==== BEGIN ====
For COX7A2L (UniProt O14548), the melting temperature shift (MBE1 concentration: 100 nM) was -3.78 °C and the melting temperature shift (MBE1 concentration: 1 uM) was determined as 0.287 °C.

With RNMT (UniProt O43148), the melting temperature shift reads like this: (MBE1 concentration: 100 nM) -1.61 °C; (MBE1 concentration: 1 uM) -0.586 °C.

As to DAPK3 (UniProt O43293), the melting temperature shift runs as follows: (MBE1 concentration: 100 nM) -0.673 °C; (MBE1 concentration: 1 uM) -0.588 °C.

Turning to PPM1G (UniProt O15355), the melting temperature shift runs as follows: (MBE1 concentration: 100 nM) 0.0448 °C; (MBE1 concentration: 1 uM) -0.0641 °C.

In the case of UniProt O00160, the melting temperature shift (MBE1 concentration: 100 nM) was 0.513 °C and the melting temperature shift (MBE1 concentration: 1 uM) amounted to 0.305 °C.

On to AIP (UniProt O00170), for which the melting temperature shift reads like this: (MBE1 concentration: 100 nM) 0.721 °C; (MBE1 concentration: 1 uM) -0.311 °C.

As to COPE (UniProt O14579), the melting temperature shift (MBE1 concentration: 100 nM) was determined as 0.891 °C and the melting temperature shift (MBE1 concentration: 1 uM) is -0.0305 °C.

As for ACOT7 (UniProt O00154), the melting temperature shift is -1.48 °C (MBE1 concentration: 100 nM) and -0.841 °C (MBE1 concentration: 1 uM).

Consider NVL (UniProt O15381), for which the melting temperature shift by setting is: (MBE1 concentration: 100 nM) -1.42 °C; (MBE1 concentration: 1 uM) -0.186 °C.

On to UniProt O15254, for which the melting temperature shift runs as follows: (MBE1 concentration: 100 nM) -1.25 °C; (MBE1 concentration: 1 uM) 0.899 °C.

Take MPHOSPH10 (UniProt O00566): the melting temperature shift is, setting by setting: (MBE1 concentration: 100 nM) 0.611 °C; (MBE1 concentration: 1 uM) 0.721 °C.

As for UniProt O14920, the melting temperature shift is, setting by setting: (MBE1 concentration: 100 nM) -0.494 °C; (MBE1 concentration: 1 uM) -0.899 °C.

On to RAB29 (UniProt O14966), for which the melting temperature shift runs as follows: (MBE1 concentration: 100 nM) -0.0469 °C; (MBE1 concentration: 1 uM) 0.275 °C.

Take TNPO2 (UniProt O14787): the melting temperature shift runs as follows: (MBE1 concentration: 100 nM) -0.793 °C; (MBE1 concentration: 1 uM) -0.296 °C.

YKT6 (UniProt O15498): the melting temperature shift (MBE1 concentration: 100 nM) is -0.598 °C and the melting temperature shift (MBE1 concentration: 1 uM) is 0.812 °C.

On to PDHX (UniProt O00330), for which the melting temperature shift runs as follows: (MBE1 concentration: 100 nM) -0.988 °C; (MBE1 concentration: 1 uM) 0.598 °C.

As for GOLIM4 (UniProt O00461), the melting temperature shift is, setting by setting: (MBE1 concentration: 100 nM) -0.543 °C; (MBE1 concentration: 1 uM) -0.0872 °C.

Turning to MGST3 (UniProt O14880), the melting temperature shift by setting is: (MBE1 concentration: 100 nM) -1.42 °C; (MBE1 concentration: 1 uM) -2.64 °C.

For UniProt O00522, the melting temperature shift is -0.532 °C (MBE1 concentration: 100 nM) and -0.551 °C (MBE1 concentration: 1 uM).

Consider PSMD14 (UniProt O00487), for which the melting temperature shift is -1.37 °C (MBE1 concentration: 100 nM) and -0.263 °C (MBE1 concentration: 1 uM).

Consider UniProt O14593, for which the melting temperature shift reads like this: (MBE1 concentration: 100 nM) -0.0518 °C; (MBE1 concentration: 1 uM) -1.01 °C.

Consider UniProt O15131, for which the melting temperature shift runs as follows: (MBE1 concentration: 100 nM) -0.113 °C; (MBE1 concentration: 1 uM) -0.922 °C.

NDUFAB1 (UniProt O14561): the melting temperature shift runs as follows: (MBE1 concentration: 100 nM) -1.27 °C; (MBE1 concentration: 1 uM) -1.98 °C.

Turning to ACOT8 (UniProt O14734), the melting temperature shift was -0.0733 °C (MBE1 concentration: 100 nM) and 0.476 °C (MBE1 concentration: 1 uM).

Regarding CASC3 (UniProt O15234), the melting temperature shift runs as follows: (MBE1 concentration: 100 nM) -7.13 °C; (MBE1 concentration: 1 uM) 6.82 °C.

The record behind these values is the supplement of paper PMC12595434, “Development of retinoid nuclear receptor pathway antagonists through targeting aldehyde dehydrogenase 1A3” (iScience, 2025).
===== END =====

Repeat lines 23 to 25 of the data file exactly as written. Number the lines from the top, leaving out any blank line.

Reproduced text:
NDUFAB1 (UniProt O14561): the melting temperature shift runs as follows: (MBE1 concentration: 100 nM) -1.27 °C; (MBE1 concentration: 1 uM) -1.98 °C.

Turning to ACOT8 (UniProt O14734), the melting temperature shift was -0.0733 °C (MBE1 concentration: 100 nM) and 0.476 °C (MBE1 concentration: 1 uM).

Regarding CASC3 (UniProt O15234), the melting temperature shift runs as follows: (MBE1 concentration: 100 nM) -7.13 °C; (MBE1 concentration: 1 uM) 6.82 °C.